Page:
Education Confronts Injustice

My family is in the middle of packing for our move, so I haven’t been blogging, but I do have a piece that went live on Master Teaching today. Master Teaching is a website run by LEAPAsia “for teachers who follow the Master Teacher” and is currently hosting a series on “Education as Justice.” Through my connections at World Relief, I was asked a couple months ago if I would like to contribute a piece to the series, and, as this is a subject near and dear to me, I said I would love to.

My piece is titled “Education Confronts Injustice” and is specifically about refugee education. Click on the title to read the piece. I also highly suggest another piece in the series titled “Education as a Wealth-building Strategy is Bankrupt.” It’s got great wisdom for everyone, not just those in the education field. Following each piece are questions for reflection and articles for further reading.

Thanks for reading!

Jen

 

 

Suggested Read

My sister just sent me a commentary on Matthew 6 that she found on Bible Gateway. She
called it “challenging.” She wasn’t kidding! It’s incredible–and, in my view, very, very necessary for American Christians. PLEASE read! It’s titled “Do Not Value Possessions Enough to Seek Them.”

max looking out to sea

I think the way of living described in the commentary might feel like a lonely choice AT FIRST. So I picked this picture to go with the post. But Max–the guy standing out on the rock while I stayed on the dry ground and took the picture–would have no regrets about his choice to venture out.

 

Annual Gifts-that-Give-Back post

Today is “Giving Tuesday,” did you know? The link takes you to a Youtube video that explains why Giving Tuesday was created to follow Black Friday and Cyber Monday. I thought today would be a great day to post my annual “gifts that give back” post. More and more we have the opportunity to give gifts that give twice: to the recipient AND to a ministry that practices Biblical generosity. If you have already completed all your Christmas shopping, then this post isn’t for you, but if you’re just starting to think about it (I’m in this camp!), then I hope to give you some good ideas in this post.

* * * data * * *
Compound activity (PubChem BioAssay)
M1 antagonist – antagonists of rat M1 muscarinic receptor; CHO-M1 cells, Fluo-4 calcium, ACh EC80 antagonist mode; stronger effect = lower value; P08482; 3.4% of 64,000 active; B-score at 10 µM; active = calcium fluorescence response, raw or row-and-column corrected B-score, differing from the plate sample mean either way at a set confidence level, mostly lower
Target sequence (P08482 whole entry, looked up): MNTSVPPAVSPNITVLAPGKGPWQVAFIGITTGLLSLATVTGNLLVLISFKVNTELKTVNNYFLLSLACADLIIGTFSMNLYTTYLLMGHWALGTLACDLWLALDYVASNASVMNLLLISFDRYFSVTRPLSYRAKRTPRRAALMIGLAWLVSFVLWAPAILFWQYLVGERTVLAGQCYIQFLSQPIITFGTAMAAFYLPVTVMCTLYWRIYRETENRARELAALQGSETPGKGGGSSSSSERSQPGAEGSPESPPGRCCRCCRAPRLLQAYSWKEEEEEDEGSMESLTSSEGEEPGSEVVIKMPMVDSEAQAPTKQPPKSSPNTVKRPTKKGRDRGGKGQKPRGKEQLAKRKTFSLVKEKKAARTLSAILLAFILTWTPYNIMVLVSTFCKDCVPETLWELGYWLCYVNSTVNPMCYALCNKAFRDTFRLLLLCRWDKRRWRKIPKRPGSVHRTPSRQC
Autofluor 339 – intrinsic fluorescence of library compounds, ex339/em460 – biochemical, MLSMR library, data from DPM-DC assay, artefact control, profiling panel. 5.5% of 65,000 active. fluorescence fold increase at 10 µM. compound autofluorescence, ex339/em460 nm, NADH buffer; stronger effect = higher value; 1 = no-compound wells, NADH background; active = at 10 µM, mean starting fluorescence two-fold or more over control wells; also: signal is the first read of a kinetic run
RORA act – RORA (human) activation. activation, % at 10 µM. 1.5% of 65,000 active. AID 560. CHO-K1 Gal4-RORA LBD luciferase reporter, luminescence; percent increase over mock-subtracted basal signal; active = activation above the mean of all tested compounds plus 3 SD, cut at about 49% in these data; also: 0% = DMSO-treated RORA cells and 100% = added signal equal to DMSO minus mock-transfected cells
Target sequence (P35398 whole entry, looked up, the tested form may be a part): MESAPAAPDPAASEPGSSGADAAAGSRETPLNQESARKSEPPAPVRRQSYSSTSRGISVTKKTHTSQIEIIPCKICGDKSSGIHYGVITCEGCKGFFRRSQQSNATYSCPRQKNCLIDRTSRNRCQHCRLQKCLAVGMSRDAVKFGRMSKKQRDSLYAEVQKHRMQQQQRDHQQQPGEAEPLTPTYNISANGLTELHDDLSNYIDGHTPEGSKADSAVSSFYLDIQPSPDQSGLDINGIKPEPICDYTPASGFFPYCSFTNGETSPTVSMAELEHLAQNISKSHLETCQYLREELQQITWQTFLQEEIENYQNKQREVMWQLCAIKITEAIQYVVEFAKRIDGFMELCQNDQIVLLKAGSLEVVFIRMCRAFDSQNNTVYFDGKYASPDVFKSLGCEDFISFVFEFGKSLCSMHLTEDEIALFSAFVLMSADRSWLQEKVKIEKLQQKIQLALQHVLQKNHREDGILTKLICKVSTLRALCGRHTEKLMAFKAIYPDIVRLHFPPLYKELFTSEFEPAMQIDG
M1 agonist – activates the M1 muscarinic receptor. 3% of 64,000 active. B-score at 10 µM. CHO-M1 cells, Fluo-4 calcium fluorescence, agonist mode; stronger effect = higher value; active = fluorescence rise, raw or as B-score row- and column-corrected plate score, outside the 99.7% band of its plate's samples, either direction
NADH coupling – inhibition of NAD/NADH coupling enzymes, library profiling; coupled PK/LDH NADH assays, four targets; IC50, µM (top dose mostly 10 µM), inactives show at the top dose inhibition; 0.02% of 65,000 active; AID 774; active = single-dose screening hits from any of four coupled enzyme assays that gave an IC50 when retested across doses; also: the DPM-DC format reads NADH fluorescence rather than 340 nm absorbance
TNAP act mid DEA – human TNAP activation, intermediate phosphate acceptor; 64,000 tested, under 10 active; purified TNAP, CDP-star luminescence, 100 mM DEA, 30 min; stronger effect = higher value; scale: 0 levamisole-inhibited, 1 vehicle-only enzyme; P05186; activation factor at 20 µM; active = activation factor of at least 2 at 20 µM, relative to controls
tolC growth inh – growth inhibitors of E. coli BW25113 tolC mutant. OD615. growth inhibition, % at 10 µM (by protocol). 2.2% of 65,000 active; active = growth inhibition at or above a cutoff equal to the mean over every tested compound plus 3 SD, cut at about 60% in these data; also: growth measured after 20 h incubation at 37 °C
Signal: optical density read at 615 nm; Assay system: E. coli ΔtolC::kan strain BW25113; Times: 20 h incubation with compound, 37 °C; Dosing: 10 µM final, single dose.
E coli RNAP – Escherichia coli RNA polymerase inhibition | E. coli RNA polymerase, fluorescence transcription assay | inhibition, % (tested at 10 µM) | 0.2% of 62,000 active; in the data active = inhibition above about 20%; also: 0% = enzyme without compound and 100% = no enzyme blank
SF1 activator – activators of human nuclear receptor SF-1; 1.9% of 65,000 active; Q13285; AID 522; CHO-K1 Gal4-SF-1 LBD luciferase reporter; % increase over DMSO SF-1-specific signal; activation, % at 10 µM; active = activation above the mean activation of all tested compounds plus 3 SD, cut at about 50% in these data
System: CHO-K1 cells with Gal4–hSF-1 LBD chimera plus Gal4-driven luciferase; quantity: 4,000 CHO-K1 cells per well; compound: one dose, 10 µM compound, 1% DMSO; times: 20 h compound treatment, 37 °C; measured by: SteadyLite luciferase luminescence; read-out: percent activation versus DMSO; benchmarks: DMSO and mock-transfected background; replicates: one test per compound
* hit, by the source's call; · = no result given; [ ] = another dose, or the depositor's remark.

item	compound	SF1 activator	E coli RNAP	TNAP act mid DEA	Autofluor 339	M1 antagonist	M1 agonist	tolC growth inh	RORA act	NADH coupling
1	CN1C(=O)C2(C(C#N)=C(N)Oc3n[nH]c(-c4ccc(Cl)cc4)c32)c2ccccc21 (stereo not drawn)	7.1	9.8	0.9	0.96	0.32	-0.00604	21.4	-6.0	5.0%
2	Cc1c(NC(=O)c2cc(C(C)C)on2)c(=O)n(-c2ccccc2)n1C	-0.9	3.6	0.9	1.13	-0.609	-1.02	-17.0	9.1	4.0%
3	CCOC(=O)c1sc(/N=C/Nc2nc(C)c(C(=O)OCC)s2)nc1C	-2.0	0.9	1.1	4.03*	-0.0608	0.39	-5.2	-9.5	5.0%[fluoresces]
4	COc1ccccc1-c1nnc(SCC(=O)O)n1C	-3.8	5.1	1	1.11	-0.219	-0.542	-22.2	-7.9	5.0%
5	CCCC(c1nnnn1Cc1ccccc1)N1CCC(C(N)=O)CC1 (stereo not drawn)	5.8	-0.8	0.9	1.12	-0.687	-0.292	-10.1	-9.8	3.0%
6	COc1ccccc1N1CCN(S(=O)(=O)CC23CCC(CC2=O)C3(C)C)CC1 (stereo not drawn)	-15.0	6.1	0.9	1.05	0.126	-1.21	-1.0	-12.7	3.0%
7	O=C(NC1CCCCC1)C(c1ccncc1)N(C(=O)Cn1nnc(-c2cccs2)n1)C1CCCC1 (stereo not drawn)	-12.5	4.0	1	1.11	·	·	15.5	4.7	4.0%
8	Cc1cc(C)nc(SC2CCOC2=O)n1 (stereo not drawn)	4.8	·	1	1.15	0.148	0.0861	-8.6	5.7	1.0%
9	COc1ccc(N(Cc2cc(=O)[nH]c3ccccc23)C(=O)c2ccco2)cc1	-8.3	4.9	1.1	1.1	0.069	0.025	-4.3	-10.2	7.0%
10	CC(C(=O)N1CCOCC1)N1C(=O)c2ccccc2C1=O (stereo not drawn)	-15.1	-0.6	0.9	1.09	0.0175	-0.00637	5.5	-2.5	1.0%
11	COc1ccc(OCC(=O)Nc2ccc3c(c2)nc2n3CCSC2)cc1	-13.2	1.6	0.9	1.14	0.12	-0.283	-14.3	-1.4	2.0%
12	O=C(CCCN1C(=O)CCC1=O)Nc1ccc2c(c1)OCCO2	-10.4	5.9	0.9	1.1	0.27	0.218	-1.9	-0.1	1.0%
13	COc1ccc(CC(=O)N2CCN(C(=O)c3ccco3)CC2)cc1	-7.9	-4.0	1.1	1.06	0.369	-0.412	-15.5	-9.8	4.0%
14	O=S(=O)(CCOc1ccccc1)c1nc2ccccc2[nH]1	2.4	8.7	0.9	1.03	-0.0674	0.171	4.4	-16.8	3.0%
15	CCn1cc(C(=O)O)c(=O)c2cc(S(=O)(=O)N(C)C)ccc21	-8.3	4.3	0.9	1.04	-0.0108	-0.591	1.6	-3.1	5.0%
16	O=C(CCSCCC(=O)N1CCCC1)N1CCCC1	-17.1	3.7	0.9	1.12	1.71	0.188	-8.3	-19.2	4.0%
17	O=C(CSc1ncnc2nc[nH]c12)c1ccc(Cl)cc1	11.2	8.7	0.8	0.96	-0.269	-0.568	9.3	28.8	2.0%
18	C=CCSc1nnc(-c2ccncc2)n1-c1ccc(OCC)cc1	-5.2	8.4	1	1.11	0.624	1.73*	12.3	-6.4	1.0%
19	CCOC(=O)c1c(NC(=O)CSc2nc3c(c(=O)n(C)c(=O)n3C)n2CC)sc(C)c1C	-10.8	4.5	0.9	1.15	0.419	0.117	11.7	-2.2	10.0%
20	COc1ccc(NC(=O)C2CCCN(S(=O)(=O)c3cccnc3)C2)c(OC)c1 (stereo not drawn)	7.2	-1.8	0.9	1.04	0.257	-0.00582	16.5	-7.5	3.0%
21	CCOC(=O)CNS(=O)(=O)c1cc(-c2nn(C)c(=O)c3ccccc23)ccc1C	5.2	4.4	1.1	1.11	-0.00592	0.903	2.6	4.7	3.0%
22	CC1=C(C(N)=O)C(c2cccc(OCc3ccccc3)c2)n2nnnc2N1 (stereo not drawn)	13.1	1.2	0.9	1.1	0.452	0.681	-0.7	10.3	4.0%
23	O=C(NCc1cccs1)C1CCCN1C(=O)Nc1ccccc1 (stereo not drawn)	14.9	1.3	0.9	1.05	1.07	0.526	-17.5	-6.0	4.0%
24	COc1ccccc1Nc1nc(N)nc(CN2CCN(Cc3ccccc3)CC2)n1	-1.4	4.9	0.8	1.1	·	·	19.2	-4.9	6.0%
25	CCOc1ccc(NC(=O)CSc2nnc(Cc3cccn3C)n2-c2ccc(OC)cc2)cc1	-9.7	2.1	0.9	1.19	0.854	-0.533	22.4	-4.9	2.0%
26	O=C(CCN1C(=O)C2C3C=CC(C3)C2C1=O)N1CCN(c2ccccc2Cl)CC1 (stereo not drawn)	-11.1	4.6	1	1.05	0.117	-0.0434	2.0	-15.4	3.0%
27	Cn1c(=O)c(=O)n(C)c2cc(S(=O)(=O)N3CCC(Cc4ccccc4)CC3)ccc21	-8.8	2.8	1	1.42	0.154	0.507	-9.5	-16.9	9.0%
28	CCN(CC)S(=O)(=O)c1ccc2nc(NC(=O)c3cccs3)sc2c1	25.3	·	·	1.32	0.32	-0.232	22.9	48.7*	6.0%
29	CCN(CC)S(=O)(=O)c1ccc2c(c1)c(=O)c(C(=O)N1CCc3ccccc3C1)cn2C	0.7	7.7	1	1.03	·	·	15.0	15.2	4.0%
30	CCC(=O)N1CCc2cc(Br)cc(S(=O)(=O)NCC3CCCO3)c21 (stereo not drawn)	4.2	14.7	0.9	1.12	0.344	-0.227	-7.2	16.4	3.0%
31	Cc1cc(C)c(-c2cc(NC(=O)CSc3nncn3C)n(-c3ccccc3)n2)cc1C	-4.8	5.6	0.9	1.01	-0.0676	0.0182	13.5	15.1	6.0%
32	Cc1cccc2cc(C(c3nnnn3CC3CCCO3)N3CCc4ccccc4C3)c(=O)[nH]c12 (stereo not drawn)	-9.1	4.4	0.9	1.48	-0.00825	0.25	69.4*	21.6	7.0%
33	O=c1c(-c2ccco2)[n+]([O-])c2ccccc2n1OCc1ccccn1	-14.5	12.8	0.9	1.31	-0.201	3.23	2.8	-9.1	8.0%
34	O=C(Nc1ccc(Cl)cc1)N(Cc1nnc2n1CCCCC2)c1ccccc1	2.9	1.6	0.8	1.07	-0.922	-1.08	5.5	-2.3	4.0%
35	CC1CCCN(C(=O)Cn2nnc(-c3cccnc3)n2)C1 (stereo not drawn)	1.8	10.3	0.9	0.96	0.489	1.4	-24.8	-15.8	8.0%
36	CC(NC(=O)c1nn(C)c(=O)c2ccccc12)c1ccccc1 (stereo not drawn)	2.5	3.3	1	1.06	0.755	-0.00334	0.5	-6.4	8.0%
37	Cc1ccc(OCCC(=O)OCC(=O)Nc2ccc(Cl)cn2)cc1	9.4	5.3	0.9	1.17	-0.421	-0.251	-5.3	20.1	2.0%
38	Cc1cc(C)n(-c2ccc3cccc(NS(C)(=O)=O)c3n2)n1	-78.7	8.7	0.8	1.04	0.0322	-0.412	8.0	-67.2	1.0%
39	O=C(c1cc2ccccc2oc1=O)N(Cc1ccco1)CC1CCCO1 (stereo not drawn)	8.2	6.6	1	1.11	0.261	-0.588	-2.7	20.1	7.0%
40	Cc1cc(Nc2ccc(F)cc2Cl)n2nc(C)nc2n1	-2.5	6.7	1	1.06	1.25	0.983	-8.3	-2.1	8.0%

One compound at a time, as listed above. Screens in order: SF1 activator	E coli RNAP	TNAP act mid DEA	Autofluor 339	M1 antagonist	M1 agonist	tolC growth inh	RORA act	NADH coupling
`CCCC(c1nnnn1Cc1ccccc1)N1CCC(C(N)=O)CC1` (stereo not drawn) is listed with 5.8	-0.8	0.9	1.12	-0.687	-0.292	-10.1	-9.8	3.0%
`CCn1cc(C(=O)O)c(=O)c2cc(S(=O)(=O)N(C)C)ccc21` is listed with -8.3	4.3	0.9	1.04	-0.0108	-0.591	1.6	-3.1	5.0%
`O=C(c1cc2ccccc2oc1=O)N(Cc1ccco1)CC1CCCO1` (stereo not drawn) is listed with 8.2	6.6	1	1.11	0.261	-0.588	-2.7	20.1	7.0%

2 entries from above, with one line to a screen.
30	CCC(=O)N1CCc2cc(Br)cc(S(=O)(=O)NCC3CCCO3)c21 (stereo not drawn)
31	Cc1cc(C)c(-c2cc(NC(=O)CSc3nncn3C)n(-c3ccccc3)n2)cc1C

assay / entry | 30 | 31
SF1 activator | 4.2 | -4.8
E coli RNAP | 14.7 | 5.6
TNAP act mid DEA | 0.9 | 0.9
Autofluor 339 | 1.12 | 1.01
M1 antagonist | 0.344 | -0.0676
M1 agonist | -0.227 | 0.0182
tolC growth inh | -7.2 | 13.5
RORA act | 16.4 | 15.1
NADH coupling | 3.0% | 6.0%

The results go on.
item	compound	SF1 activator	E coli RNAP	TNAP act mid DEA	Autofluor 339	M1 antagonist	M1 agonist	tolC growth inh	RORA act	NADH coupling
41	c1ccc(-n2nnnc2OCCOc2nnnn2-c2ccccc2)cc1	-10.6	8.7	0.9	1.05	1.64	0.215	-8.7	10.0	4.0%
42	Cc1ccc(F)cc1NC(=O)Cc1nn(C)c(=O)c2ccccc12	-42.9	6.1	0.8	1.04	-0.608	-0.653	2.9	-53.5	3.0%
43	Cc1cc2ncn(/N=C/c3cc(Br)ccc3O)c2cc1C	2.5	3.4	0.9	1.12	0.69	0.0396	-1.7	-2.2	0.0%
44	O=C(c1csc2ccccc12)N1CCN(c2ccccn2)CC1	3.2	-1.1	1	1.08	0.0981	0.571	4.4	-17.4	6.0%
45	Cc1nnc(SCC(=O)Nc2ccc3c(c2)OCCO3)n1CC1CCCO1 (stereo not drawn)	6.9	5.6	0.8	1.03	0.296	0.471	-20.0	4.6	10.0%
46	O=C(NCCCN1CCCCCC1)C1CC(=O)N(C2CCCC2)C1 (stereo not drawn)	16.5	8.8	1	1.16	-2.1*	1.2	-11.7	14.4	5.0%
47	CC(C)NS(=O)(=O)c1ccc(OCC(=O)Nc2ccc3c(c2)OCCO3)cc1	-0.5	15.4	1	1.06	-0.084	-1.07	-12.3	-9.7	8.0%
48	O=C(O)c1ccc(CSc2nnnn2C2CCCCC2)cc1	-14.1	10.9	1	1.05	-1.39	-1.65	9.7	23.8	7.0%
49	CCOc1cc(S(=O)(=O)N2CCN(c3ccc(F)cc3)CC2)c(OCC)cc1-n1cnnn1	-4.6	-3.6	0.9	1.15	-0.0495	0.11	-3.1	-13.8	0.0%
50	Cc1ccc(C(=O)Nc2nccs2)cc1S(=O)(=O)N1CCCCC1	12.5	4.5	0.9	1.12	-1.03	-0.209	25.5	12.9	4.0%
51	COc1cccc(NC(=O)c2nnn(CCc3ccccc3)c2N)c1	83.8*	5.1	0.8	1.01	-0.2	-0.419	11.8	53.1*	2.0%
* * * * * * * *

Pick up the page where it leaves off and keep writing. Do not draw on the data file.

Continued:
GENERAL GIVING

You can use Amazon.com’s Smile program and choose a charity to receive a portion of your purchase price. (Mine is locked in at Compassion International currently, but there are thousands on Amazon’s list.) The link above gives more info, and this program is not just for the holiday season but operates all year.

FOR THE TEENS/PRETEENS IN YOUR LIFE–OH, AND FOR EVERYONE ELSE, TOO!

Check out www.mudlove.com, Bel Kai, and Belove.

MudLOVE, based in Winona Lake, Indiana (home of my wonderful in-laws and my alma mater, Grace College), sells made-on-site clay bracelets, necklaces, mugs, and more. The most popular version is stamped with a word or phrase, and you can even custom order a word or phrase that has particular meaning to you. Twenty percent of each purchase goes to provide clean water in Africa, and $5 spent provides an African with clean drinking water for a year. My girls (ages 11, 15, 16, and 18) ALL love them. (Honestly, I do, too!)

Bel Kai, which sells beautiful handmade jewelry, is another company that gives-back, and when the creator of MudLOVE married the creator BelKai, Belove was created. Great story (check it out at the Bel Kai link above) and just as great products!

BIG-TICKET BEAUTY